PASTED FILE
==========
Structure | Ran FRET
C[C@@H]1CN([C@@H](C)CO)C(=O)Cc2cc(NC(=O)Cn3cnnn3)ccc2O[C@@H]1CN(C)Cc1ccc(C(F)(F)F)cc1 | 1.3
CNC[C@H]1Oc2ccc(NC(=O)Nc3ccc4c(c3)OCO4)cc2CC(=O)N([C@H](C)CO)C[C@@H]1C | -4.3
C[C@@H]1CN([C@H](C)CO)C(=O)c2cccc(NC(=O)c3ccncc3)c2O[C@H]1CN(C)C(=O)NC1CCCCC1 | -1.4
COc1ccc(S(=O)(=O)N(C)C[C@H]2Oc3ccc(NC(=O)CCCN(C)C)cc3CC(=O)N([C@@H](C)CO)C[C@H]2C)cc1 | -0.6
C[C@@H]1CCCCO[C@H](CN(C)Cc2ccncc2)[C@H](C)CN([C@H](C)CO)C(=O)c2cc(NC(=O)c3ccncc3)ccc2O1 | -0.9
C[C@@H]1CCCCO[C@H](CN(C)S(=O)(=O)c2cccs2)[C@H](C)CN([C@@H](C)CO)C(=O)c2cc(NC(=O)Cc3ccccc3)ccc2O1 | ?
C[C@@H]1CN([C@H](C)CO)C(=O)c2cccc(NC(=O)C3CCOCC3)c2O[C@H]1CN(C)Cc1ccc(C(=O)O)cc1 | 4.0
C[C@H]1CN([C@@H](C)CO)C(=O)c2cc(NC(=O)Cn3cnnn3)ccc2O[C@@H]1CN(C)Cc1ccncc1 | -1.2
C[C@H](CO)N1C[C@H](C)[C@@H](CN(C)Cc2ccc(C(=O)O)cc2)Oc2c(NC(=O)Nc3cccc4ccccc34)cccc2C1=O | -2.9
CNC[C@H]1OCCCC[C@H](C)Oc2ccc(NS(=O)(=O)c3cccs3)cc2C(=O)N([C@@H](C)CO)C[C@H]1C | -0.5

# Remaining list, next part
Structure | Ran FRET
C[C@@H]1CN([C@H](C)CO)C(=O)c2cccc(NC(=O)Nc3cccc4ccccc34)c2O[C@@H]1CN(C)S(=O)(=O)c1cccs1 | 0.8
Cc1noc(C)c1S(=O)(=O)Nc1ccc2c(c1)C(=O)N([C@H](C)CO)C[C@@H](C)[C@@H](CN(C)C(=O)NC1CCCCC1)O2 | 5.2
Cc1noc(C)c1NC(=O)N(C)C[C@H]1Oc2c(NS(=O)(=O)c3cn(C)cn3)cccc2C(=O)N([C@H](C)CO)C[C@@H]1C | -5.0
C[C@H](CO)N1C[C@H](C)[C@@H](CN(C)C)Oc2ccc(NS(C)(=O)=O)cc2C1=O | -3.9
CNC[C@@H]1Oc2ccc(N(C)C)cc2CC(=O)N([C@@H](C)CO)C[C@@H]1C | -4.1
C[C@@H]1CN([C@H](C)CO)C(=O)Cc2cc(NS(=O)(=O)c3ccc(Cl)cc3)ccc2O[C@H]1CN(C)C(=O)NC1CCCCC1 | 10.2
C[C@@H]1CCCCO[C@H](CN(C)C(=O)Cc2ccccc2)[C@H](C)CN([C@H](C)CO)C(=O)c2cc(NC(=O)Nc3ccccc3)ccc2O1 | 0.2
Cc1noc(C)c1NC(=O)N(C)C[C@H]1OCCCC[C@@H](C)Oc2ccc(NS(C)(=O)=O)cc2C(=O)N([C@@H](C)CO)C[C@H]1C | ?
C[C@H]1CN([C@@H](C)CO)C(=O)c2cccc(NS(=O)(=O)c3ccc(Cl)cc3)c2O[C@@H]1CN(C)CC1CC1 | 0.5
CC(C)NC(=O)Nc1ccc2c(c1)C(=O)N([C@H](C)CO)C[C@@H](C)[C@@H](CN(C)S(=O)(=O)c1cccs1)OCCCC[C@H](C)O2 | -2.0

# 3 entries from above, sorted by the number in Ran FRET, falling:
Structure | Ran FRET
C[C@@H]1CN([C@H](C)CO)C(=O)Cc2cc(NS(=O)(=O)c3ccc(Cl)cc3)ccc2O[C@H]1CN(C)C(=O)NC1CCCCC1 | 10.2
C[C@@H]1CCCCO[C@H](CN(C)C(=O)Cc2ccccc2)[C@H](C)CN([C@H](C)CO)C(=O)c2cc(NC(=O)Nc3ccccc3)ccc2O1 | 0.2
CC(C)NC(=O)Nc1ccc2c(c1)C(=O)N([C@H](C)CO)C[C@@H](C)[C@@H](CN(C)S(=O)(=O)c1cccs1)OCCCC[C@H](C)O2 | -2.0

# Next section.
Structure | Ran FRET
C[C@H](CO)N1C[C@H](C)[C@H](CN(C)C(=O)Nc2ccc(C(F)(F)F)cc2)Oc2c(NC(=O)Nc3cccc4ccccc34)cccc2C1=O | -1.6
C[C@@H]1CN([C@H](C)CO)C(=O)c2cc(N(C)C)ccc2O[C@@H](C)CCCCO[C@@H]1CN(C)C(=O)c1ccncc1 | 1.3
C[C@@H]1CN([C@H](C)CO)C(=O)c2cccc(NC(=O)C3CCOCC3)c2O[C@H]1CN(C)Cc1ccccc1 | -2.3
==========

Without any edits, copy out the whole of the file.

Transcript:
Structure | Ran FRET
C[C@@H]1CN([C@@H](C)CO)C(=O)Cc2cc(NC(=O)Cn3cnnn3)ccc2O[C@@H]1CN(C)Cc1ccc(C(F)(F)F)cc1 | 1.3
CNC[C@H]1Oc2ccc(NC(=O)Nc3ccc4c(c3)OCO4)cc2CC(=O)N([C@H](C)CO)C[C@@H]1C | -4.3
C[C@@H]1CN([C@H](C)CO)C(=O)c2cccc(NC(=O)c3ccncc3)c2O[C@H]1CN(C)C(=O)NC1CCCCC1 | -1.4
COc1ccc(S(=O)(=O)N(C)C[C@H]2Oc3ccc(NC(=O)CCCN(C)C)cc3CC(=O)N([C@@H](C)CO)C[C@H]2C)cc1 | -0.6
C[C@@H]1CCCCO[C@H](CN(C)Cc2ccncc2)[C@H](C)CN([C@H](C)CO)C(=O)c2cc(NC(=O)c3ccncc3)ccc2O1 | -0.9
C[C@@H]1CCCCO[C@H](CN(C)S(=O)(=O)c2cccs2)[C@H](C)CN([C@@H](C)CO)C(=O)c2cc(NC(=O)Cc3ccccc3)ccc2O1 | ?
C[C@@H]1CN([C@H](C)CO)C(=O)c2cccc(NC(=O)C3CCOCC3)c2O[C@H]1CN(C)Cc1ccc(C(=O)O)cc1 | 4.0
C[C@H]1CN([C@@H](C)CO)C(=O)c2cc(NC(=O)Cn3cnnn3)ccc2O[C@@H]1CN(C)Cc1ccncc1 | -1.2
C[C@H](CO)N1C[C@H](C)[C@@H](CN(C)Cc2ccc(C(=O)O)cc2)Oc2c(NC(=O)Nc3cccc4ccccc34)cccc2C1=O | -2.9
CNC[C@H]1OCCCC[C@H](C)Oc2ccc(NS(=O)(=O)c3cccs3)cc2C(=O)N([C@@H](C)CO)C[C@H]1C | -0.5

# Remaining list, next part
Structure | Ran FRET
C[C@@H]1CN([C@H](C)CO)C(=O)c2cccc(NC(=O)Nc3cccc4ccccc34)c2O[C@@H]1CN(C)S(=O)(=O)c1cccs1 | 0.8
Cc1noc(C)c1S(=O)(=O)Nc1ccc2c(c1)C(=O)N([C@H](C)CO)C[C@@H](C)[C@@H](CN(C)C(=O)NC1CCCCC1)O2 | 5.2
Cc1noc(C)c1NC(=O)N(C)C[C@H]1Oc2c(NS(=O)(=O)c3cn(C)cn3)cccc2C(=O)N([C@H](C)CO)C[C@@H]1C | -5.0
C[C@H](CO)N1C[C@H](C)[C@@H](CN(C)C)Oc2ccc(NS(C)(=O)=O)cc2C1=O | -3.9
CNC[C@@H]1Oc2ccc(N(C)C)cc2CC(=O)N([C@@H](C)CO)C[C@@H]1C | -4.1
C[C@@H]1CN([C@H](C)CO)C(=O)Cc2cc(NS(=O)(=O)c3ccc(Cl)cc3)ccc2O[C@H]1CN(C)C(=O)NC1CCCCC1 | 10.2
C[C@@H]1CCCCO[C@H](CN(C)C(=O)Cc2ccccc2)[C@H](C)CN([C@H](C)CO)C(=O)c2cc(NC(=O)Nc3ccccc3)ccc2O1 | 0.2
Cc1noc(C)c1NC(=O)N(C)C[C@H]1OCCCC[C@@H](C)Oc2ccc(NS(C)(=O)=O)cc2C(=O)N([C@@H](C)CO)C[C@H]1C | ?
C[C@H]1CN([C@@H](C)CO)C(=O)c2cccc(NS(=O)(=O)c3ccc(Cl)cc3)c2O[C@@H]1CN(C)CC1CC1 | 0.5
CC(C)NC(=O)Nc1ccc2c(c1)C(=O)N([C@H](C)CO)C[C@@H](C)[C@@H](CN(C)S(=O)(=O)c1cccs1)OCCCC[C@H](C)O2 | -2.0

# 3 entries from above, sorted by the number in Ran FRET, falling:
Structure | Ran FRET
C[C@@H]1CN([C@H](C)CO)C(=O)Cc2cc(NS(=O)(=O)c3ccc(Cl)cc3)ccc2O[C@H]1CN(C)C(=O)NC1CCCCC1 | 10.2
C[C@@H]1CCCCO[C@H](CN(C)C(=O)Cc2ccccc2)[C@H](C)CN([C@H](C)CO)C(=O)c2cc(NC(=O)Nc3ccccc3)ccc2O1 | 0.2
CC(C)NC(=O)Nc1ccc2c(c1)C(=O)N([C@H](C)CO)C[C@@H](C)[C@@H](CN(C)S(=O)(=O)c1cccs1)OCCCC[C@H](C)O2 | -2.0

# Next section.
Structure | Ran FRET
C[C@H](CO)N1C[C@H](C)[C@H](CN(C)C(=O)Nc2ccc(C(F)(F)F)cc2)Oc2c(NC(=O)Nc3cccc4ccccc34)cccc2C1=O | -1.6
C[C@@H]1CN([C@H](C)CO)C(=O)c2cc(N(C)C)ccc2O[C@@H](C)CCCCO[C@@H]1CN(C)C(=O)c1ccncc1 | 1.3
C[C@@H]1CN([C@H](C)CO)C(=O)c2cccc(NC(=O)C3CCOCC3)c2O[C@H]1CN(C)Cc1ccccc1 | -2.3